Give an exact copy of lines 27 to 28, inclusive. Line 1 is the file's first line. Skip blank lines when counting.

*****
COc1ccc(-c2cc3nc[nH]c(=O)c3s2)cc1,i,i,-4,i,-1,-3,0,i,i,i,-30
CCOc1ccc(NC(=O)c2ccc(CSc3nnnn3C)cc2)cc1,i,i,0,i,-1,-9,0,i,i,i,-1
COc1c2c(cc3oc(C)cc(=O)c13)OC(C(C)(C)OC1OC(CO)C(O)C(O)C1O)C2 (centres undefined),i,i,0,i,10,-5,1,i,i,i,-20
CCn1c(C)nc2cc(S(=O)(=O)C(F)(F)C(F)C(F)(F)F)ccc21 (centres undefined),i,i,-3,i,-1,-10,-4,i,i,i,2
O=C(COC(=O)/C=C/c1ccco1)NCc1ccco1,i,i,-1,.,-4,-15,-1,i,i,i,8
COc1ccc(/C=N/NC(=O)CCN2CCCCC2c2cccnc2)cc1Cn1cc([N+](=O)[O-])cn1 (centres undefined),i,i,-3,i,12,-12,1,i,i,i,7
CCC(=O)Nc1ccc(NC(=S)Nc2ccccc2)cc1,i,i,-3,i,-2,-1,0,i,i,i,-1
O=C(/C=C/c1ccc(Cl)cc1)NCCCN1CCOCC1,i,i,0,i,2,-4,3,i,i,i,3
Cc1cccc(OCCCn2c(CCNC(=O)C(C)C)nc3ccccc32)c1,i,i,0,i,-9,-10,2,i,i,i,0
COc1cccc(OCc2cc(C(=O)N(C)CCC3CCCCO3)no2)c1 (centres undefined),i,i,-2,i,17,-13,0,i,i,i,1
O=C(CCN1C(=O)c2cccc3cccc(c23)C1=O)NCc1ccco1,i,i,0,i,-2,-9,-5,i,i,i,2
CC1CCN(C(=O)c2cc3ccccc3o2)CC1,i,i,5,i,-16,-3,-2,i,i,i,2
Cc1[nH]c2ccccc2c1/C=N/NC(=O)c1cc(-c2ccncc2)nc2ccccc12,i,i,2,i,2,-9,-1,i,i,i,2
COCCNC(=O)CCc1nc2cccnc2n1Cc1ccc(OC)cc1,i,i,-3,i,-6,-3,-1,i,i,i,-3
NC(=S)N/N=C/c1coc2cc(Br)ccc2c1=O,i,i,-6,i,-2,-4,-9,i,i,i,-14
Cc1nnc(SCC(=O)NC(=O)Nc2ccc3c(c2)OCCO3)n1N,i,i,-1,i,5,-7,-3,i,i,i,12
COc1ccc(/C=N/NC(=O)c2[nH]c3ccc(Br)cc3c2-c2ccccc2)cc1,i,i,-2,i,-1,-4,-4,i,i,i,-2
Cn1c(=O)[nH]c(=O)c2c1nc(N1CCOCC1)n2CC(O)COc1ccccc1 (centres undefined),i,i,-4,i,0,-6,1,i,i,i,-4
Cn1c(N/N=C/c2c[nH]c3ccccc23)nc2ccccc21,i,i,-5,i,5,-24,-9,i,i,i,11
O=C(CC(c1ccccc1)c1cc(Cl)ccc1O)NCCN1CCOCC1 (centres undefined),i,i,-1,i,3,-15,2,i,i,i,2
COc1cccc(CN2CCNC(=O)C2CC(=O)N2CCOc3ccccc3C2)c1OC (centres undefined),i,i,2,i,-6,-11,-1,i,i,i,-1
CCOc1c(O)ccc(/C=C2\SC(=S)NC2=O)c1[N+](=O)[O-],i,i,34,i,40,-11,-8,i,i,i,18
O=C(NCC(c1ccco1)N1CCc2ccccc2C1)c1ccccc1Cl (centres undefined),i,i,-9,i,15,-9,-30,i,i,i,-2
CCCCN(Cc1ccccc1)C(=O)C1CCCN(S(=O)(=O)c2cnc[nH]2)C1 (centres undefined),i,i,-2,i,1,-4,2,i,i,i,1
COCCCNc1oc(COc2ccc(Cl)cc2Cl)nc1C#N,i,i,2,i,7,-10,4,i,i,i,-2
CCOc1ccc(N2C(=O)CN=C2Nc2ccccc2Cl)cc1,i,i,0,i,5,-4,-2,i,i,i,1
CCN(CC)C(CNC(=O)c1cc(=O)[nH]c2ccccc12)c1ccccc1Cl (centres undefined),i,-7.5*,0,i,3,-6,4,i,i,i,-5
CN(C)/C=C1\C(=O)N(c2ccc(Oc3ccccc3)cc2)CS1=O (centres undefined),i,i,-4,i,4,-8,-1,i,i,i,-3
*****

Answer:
CCN(CC)C(CNC(=O)c1cc(=O)[nH]c2ccccc12)c1ccccc1Cl (centres undefined),i,-7.5*,0,i,3,-6,4,i,i,i,-5
CN(C)/C=C1\C(=O)N(c2ccc(Oc3ccccc3)cc2)CS1=O (centres undefined),i,i,-4,i,4,-8,-1,i,i,i,-3